Published: 14 October 2014 at 15:16
Research group creates interactive tool to visualise world's largest database of eye surveys. Online maps to allow users to search causes of sight loss all over the world for the first time have been published by a research group led by Professor Rupert Bourne of Anglia Ruskin University.
The maps allow data on partial and full sight loss to be filtered by gender and by country and region. They also display trends over time between 1990 and 2010.
The Global Vision Database (GVD) has been created and maintained by the Vision Loss Expert Group, an international group of 79 ophthalmologists and optometrists with an interest in the epidemiology of eye disease. Since 2008, the group have collected data from more than 250 population-based eye surveys, conducted between 1980 and 2012 by reviewing vision-related references in medical literature.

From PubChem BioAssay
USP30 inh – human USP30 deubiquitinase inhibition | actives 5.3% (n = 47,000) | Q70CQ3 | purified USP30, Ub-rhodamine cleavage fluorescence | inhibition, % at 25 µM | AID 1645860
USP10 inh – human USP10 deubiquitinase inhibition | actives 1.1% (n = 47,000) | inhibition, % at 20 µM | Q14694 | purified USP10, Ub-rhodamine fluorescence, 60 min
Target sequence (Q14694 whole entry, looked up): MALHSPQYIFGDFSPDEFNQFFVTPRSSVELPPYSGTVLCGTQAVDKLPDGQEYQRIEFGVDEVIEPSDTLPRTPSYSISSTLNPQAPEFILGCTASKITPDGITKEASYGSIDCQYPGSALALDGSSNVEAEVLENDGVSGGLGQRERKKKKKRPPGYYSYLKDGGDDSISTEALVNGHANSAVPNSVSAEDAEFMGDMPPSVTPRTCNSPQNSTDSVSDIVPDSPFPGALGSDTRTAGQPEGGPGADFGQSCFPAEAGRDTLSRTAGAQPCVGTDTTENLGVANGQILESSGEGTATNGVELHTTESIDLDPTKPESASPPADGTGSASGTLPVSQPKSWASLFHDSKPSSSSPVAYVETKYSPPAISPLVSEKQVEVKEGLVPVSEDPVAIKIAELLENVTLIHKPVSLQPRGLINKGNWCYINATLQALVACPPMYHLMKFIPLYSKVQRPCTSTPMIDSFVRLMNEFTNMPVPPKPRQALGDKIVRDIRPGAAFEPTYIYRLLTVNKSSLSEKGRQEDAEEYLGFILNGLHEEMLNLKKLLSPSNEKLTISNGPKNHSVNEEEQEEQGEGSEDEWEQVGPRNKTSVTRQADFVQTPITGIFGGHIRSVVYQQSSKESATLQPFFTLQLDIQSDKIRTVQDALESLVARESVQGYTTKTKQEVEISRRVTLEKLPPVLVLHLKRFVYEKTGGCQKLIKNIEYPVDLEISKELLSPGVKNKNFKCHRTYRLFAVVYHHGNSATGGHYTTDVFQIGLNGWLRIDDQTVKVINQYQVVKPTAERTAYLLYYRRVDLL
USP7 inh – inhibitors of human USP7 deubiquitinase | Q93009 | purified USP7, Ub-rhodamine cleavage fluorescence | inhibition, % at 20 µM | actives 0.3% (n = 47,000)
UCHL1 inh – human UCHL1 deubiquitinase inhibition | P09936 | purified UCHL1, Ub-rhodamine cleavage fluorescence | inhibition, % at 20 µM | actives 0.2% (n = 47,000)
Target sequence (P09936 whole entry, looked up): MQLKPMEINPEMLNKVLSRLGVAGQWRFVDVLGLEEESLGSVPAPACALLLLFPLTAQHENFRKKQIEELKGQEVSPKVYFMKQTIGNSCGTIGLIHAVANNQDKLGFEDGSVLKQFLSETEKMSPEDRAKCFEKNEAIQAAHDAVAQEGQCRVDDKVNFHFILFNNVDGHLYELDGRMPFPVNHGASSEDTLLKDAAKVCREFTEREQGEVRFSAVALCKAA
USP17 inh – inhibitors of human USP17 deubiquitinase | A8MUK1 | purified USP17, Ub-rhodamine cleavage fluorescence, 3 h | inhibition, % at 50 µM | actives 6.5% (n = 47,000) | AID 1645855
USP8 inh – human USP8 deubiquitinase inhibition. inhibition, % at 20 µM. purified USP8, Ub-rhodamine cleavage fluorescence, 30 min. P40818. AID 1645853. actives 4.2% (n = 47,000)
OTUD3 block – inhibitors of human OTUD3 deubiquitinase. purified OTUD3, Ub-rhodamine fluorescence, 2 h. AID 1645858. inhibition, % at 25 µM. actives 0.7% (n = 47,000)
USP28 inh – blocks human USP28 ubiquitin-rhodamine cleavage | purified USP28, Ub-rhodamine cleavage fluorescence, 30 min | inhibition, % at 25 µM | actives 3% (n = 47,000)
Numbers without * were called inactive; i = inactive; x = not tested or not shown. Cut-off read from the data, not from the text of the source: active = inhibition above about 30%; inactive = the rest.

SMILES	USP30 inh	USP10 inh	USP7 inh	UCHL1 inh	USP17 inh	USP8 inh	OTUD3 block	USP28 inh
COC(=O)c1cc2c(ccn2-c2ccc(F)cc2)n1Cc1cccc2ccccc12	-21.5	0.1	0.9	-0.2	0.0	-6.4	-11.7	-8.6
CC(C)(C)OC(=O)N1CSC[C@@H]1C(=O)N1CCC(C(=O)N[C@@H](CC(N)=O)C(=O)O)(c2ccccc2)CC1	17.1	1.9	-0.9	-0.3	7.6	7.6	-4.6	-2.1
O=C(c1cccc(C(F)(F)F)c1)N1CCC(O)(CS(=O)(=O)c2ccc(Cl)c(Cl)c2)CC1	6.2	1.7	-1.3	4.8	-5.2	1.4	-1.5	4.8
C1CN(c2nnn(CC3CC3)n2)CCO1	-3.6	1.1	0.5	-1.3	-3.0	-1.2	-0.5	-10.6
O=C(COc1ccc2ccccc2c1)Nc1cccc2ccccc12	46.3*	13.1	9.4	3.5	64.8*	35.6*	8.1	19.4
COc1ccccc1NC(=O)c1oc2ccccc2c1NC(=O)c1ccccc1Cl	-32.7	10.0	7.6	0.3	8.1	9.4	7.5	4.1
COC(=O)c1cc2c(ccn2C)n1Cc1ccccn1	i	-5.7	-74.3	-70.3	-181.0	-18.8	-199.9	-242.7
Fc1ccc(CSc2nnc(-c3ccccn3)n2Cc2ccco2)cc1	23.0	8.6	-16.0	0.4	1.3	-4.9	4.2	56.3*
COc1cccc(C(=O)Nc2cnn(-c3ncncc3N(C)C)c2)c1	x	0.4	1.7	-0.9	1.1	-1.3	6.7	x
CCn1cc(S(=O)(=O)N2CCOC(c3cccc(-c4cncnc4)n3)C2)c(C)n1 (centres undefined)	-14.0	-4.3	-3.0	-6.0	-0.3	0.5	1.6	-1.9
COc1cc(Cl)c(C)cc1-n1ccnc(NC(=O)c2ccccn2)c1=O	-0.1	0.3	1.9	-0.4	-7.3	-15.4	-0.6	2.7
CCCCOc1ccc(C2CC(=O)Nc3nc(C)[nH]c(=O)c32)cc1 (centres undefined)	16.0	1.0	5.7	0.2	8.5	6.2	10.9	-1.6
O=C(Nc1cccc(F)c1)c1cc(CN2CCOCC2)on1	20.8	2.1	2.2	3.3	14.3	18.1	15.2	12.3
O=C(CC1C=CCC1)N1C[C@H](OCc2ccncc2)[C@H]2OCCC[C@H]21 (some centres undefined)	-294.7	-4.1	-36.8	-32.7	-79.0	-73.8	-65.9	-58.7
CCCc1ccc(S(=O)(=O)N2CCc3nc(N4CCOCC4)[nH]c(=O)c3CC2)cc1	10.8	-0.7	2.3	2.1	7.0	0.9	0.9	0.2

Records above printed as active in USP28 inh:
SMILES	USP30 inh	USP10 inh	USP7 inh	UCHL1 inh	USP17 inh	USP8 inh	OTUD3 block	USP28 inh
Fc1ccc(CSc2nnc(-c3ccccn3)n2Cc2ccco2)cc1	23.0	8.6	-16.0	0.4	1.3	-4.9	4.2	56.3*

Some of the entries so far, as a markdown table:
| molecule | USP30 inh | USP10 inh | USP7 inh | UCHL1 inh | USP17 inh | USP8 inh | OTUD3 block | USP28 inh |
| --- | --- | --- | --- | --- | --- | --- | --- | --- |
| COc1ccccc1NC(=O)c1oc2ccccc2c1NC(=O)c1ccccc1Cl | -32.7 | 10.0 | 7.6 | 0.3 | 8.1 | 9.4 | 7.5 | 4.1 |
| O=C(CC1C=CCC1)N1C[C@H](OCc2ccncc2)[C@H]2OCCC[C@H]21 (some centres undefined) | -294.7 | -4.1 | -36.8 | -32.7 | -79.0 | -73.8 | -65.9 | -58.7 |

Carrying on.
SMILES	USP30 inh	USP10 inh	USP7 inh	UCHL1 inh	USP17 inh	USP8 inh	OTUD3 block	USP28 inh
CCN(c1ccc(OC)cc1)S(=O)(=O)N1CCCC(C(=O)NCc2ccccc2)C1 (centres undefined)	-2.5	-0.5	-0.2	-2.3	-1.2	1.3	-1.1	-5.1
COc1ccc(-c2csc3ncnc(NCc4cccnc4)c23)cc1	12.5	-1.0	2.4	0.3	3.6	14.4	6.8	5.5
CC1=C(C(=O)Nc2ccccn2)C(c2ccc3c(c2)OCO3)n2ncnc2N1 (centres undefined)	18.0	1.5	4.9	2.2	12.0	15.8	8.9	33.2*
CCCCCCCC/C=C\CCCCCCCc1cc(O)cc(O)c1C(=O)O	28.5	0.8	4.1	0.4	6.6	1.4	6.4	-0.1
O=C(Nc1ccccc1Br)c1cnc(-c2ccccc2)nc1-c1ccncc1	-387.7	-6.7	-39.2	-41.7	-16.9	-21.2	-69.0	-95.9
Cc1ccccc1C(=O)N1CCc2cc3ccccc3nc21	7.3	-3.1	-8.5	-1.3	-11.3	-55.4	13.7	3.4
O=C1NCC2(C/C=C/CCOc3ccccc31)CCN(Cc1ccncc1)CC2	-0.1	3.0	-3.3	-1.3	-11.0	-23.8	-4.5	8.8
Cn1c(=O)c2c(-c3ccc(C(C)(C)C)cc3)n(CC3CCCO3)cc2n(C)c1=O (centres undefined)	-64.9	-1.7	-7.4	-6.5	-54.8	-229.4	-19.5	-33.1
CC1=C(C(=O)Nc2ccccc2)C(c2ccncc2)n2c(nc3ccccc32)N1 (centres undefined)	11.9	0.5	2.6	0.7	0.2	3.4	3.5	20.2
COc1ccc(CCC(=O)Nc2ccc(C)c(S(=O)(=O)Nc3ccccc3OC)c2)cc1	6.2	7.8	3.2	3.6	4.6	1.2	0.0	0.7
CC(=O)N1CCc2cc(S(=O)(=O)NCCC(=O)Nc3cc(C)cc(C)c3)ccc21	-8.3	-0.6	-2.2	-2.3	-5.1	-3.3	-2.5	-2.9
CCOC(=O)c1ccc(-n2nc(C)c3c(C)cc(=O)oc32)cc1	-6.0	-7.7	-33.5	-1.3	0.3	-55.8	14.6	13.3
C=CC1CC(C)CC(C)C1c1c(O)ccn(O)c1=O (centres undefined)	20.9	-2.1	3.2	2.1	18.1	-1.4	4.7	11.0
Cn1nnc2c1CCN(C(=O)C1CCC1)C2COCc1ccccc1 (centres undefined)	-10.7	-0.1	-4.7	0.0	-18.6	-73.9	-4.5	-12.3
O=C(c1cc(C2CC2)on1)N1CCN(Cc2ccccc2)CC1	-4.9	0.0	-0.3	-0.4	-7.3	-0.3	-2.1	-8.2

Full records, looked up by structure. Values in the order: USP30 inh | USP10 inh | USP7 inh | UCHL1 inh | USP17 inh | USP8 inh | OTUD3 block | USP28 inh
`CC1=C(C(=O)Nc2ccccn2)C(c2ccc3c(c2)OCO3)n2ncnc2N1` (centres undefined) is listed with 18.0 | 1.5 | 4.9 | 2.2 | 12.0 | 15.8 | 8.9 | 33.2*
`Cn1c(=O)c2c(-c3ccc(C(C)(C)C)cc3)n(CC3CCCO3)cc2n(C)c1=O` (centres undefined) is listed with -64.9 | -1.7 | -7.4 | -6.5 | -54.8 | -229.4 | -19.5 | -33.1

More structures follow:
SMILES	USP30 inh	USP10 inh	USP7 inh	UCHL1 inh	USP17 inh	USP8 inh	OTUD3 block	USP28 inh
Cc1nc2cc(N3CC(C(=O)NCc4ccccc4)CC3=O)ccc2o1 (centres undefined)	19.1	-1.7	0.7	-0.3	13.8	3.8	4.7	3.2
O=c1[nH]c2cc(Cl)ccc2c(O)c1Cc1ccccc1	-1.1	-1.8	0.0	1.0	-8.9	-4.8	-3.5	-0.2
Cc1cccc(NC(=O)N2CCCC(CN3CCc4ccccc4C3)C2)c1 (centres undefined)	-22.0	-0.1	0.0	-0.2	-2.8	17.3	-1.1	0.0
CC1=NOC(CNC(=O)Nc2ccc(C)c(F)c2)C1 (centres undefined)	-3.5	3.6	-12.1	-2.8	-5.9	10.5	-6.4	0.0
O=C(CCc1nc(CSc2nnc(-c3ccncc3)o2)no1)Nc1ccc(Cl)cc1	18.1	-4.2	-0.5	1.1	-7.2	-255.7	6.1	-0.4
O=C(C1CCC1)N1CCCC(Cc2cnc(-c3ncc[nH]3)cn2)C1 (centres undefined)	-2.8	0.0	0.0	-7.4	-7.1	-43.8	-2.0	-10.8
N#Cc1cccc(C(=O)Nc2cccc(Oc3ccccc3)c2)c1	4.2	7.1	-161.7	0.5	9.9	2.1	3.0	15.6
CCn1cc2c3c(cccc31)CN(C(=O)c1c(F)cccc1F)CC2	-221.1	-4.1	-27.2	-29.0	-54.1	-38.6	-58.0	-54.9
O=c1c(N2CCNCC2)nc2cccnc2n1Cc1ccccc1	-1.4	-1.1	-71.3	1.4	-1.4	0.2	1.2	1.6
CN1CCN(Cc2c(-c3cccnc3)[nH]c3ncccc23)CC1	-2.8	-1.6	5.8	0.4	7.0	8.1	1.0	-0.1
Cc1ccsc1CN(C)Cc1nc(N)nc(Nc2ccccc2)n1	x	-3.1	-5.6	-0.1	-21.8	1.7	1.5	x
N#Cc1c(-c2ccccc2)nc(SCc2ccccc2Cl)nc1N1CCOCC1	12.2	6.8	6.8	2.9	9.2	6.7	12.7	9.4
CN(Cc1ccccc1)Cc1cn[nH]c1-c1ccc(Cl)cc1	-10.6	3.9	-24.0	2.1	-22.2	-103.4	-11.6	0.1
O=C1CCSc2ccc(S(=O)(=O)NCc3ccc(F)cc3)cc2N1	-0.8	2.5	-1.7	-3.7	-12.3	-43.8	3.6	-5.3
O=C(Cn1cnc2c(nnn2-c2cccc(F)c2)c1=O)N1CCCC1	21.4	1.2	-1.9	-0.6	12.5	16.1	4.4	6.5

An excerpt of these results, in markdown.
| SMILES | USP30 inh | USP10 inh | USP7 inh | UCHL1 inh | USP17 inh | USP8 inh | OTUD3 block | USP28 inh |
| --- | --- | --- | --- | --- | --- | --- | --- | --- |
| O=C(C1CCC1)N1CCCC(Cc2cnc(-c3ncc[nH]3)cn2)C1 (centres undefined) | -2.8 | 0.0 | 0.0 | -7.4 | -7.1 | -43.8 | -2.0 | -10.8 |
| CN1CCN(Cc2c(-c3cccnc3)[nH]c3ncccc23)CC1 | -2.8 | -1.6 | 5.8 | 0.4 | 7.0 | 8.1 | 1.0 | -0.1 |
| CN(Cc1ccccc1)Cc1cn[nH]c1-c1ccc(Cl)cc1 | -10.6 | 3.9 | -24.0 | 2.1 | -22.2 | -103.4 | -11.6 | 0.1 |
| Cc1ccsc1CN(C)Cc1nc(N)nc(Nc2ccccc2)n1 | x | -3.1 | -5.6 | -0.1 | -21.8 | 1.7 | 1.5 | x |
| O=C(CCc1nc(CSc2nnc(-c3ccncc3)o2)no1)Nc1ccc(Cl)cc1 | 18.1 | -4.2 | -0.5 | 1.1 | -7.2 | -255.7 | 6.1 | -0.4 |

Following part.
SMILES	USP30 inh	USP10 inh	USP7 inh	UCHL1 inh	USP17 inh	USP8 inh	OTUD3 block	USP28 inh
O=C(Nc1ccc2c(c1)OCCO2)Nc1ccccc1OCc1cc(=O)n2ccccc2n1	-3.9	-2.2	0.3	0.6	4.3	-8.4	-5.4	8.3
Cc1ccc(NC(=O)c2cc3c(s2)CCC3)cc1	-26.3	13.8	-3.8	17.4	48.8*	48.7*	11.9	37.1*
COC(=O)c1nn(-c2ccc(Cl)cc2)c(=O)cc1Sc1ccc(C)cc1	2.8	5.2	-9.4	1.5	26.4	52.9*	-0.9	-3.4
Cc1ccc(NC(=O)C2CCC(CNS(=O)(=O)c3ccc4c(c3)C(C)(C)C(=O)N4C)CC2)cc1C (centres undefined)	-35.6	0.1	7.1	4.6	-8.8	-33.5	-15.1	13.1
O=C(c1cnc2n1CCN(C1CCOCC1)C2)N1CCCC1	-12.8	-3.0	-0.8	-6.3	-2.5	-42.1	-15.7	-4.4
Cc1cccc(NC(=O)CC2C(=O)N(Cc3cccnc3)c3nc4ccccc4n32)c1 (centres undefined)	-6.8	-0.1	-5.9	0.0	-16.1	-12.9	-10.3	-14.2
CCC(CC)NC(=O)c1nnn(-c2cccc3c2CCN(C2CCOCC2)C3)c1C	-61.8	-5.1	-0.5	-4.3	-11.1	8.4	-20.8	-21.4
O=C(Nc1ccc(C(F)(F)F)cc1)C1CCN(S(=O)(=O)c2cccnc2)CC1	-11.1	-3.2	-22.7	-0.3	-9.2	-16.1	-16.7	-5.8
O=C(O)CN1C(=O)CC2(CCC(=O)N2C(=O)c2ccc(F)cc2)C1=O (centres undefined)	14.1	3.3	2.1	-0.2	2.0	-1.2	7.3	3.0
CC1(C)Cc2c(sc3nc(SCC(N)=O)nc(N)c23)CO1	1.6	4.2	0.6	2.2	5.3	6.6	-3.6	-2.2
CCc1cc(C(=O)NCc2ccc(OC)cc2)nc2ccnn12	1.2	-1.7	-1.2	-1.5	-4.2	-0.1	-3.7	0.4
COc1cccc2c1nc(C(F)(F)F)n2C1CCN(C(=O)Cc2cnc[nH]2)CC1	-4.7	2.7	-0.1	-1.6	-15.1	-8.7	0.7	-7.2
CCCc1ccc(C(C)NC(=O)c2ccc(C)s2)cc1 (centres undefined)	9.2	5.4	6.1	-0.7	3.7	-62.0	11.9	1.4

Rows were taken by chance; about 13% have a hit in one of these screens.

The GVD is aimed at providing vital information for public health officials, researchers, and groups such as the World Health Organization to aid the understanding of the burden of eye disease.
The maps were officially launched in Mexico City as part of the celebrations for World Sight Day, which this year focused on eradicating 'avoidable blindness'.
Professor Bourne, of Anglia Ruskin's Vision and Eye Research Unit, said:
"Blindness and visual impairment is a major public health issue and estimates show that four out of five cases can be avoided. There is still much work to do to try and prevent sight loss all over the world. These maps allow easy access to the Global Vision Database, allowing people to view trends and prevalence of sight loss in different countries and regions. Further maps on causes of vision loss are in development. We hope they will prove invaluable to further developments in preventing blindness."